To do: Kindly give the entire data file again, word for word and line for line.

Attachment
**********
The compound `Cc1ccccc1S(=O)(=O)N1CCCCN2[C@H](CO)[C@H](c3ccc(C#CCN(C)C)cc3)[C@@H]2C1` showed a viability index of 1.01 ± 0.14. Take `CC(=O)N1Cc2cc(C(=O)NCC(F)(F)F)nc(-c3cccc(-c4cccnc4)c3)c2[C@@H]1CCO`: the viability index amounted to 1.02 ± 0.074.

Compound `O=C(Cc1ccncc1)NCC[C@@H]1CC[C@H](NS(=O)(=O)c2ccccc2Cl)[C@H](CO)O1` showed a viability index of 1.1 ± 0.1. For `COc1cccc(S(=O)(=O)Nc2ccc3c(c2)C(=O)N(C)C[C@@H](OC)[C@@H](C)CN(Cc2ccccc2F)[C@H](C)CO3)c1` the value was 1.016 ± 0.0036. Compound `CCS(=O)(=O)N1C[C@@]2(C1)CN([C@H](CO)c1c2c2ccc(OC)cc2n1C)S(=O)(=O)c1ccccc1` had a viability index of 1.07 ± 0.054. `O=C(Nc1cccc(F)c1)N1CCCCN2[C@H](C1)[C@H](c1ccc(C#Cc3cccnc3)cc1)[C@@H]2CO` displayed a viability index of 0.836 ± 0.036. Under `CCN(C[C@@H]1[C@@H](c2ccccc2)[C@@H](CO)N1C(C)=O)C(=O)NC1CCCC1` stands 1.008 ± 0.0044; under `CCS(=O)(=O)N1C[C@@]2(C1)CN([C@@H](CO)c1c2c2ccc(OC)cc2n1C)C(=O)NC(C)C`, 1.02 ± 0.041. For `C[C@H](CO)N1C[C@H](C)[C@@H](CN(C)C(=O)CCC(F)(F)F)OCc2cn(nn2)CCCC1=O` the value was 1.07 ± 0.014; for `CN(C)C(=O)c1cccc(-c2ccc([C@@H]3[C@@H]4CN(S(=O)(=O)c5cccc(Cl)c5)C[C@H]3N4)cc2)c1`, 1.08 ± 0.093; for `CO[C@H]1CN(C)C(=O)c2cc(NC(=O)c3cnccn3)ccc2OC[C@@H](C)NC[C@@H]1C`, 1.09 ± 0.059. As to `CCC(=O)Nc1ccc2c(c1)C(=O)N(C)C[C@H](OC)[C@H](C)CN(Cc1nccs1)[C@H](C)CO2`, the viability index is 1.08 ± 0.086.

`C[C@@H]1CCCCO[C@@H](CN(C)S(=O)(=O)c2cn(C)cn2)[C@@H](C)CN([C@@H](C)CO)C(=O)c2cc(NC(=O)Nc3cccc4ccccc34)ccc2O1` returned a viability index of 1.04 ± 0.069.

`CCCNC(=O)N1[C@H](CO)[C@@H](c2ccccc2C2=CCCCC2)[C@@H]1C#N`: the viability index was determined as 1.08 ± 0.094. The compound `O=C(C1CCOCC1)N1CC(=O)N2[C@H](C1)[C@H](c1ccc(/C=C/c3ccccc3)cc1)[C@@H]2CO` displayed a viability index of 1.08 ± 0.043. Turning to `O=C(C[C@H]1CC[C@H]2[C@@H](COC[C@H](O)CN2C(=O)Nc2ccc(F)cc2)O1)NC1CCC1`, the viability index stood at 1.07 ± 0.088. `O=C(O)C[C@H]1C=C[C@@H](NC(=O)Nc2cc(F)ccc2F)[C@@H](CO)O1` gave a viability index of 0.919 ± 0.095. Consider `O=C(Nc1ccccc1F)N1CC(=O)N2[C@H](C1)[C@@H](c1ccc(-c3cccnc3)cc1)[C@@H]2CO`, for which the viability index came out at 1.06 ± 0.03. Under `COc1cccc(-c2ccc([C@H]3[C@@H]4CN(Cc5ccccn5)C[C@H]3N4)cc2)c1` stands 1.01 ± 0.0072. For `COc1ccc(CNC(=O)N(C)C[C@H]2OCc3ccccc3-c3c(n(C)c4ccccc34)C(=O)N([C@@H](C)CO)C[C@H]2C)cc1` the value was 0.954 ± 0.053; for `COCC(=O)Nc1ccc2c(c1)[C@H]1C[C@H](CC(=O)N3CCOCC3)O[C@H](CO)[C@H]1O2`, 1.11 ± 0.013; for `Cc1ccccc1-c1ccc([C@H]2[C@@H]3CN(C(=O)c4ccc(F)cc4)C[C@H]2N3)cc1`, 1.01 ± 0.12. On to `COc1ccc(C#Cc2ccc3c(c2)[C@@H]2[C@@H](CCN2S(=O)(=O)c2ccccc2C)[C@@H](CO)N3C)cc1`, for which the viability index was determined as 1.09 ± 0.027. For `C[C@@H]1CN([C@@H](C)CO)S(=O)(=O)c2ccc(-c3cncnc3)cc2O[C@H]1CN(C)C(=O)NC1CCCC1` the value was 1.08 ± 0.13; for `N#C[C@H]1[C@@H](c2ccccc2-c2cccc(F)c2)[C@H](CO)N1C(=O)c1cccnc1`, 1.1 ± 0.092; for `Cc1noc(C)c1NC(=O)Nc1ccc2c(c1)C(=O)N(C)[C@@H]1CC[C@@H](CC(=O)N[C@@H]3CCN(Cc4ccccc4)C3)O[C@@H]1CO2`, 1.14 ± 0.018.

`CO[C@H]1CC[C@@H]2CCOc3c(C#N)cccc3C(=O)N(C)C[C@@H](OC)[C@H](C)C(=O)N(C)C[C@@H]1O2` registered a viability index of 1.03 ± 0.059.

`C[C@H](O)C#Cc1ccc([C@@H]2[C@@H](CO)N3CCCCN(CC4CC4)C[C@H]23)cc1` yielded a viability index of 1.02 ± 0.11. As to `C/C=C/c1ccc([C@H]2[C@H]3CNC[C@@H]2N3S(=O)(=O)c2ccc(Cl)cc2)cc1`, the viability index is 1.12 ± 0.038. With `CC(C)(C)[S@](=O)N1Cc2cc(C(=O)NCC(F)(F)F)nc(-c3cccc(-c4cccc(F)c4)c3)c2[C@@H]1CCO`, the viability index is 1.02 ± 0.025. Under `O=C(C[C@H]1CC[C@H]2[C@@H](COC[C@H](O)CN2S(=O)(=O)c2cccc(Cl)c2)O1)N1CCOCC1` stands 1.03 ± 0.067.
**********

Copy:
The compound `Cc1ccccc1S(=O)(=O)N1CCCCN2[C@H](CO)[C@H](c3ccc(C#CCN(C)C)cc3)[C@@H]2C1` showed a viability index of 1.01 ± 0.14. Take `CC(=O)N1Cc2cc(C(=O)NCC(F)(F)F)nc(-c3cccc(-c4cccnc4)c3)c2[C@@H]1CCO`: the viability index amounted to 1.02 ± 0.074.

Compound `O=C(Cc1ccncc1)NCC[C@@H]1CC[C@H](NS(=O)(=O)c2ccccc2Cl)[C@H](CO)O1` showed a viability index of 1.1 ± 0.1. For `COc1cccc(S(=O)(=O)Nc2ccc3c(c2)C(=O)N(C)C[C@@H](OC)[C@@H](C)CN(Cc2ccccc2F)[C@H](C)CO3)c1` the value was 1.016 ± 0.0036. Compound `CCS(=O)(=O)N1C[C@@]2(C1)CN([C@H](CO)c1c2c2ccc(OC)cc2n1C)S(=O)(=O)c1ccccc1` had a viability index of 1.07 ± 0.054. `O=C(Nc1cccc(F)c1)N1CCCCN2[C@H](C1)[C@H](c1ccc(C#Cc3cccnc3)cc1)[C@@H]2CO` displayed a viability index of 0.836 ± 0.036. Under `CCN(C[C@@H]1[C@@H](c2ccccc2)[C@@H](CO)N1C(C)=O)C(=O)NC1CCCC1` stands 1.008 ± 0.0044; under `CCS(=O)(=O)N1C[C@@]2(C1)CN([C@@H](CO)c1c2c2ccc(OC)cc2n1C)C(=O)NC(C)C`, 1.02 ± 0.041. For `C[C@H](CO)N1C[C@H](C)[C@@H](CN(C)C(=O)CCC(F)(F)F)OCc2cn(nn2)CCCC1=O` the value was 1.07 ± 0.014; for `CN(C)C(=O)c1cccc(-c2ccc([C@@H]3[C@@H]4CN(S(=O)(=O)c5cccc(Cl)c5)C[C@H]3N4)cc2)c1`, 1.08 ± 0.093; for `CO[C@H]1CN(C)C(=O)c2cc(NC(=O)c3cnccn3)ccc2OC[C@@H](C)NC[C@@H]1C`, 1.09 ± 0.059. As to `CCC(=O)Nc1ccc2c(c1)C(=O)N(C)C[C@H](OC)[C@H](C)CN(Cc1nccs1)[C@H](C)CO2`, the viability index is 1.08 ± 0.086.

`C[C@@H]1CCCCO[C@@H](CN(C)S(=O)(=O)c2cn(C)cn2)[C@@H](C)CN([C@@H](C)CO)C(=O)c2cc(NC(=O)Nc3cccc4ccccc34)ccc2O1` returned a viability index of 1.04 ± 0.069.

`CCCNC(=O)N1[C@H](CO)[C@@H](c2ccccc2C2=CCCCC2)[C@@H]1C#N`: the viability index was determined as 1.08 ± 0.094. The compound `O=C(C1CCOCC1)N1CC(=O)N2[C@H](C1)[C@H](c1ccc(/C=C/c3ccccc3)cc1)[C@@H]2CO` displayed a viability index of 1.08 ± 0.043. Turning to `O=C(C[C@H]1CC[C@H]2[C@@H](COC[C@H](O)CN2C(=O)Nc2ccc(F)cc2)O1)NC1CCC1`, the viability index stood at 1.07 ± 0.088. `O=C(O)C[C@H]1C=C[C@@H](NC(=O)Nc2cc(F)ccc2F)[C@@H](CO)O1` gave a viability index of 0.919 ± 0.095. Consider `O=C(Nc1ccccc1F)N1CC(=O)N2[C@H](C1)[C@@H](c1ccc(-c3cccnc3)cc1)[C@@H]2CO`, for which the viability index came out at 1.06 ± 0.03. Under `COc1cccc(-c2ccc([C@H]3[C@@H]4CN(Cc5ccccn5)C[C@H]3N4)cc2)c1` stands 1.01 ± 0.0072. For `COc1ccc(CNC(=O)N(C)C[C@H]2OCc3ccccc3-c3c(n(C)c4ccccc34)C(=O)N([C@@H](C)CO)C[C@H]2C)cc1` the value was 0.954 ± 0.053; for `COCC(=O)Nc1ccc2c(c1)[C@H]1C[C@H](CC(=O)N3CCOCC3)O[C@H](CO)[C@H]1O2`, 1.11 ± 0.013; for `Cc1ccccc1-c1ccc([C@H]2[C@@H]3CN(C(=O)c4ccc(F)cc4)C[C@H]2N3)cc1`, 1.01 ± 0.12. On to `COc1ccc(C#Cc2ccc3c(c2)[C@@H]2[C@@H](CCN2S(=O)(=O)c2ccccc2C)[C@@H](CO)N3C)cc1`, for which the viability index was determined as 1.09 ± 0.027. For `C[C@@H]1CN([C@@H](C)CO)S(=O)(=O)c2ccc(-c3cncnc3)cc2O[C@H]1CN(C)C(=O)NC1CCCC1` the value was 1.08 ± 0.13; for `N#C[C@H]1[C@@H](c2ccccc2-c2cccc(F)c2)[C@H](CO)N1C(=O)c1cccnc1`, 1.1 ± 0.092; for `Cc1noc(C)c1NC(=O)Nc1ccc2c(c1)C(=O)N(C)[C@@H]1CC[C@@H](CC(=O)N[C@@H]3CCN(Cc4ccccc4)C3)O[C@@H]1CO2`, 1.14 ± 0.018.

`CO[C@H]1CC[C@@H]2CCOc3c(C#N)cccc3C(=O)N(C)C[C@@H](OC)[C@H](C)C(=O)N(C)C[C@@H]1O2` registered a viability index of 1.03 ± 0.059.

`C[C@H](O)C#Cc1ccc([C@@H]2[C@@H](CO)N3CCCCN(CC4CC4)C[C@H]23)cc1` yielded a viability index of 1.02 ± 0.11. As to `C/C=C/c1ccc([C@H]2[C@H]3CNC[C@@H]2N3S(=O)(=O)c2ccc(Cl)cc2)cc1`, the viability index is 1.12 ± 0.038. With `CC(C)(C)[S@](=O)N1Cc2cc(C(=O)NCC(F)(F)F)nc(-c3cccc(-c4cccc(F)c4)c3)c2[C@@H]1CCO`, the viability index is 1.02 ± 0.025. Under `O=C(C[C@H]1CC[C@H]2[C@@H](COC[C@H](O)CN2S(=O)(=O)c2cccc(Cl)c2)O1)N1CCOCC1` stands 1.03 ± 0.067.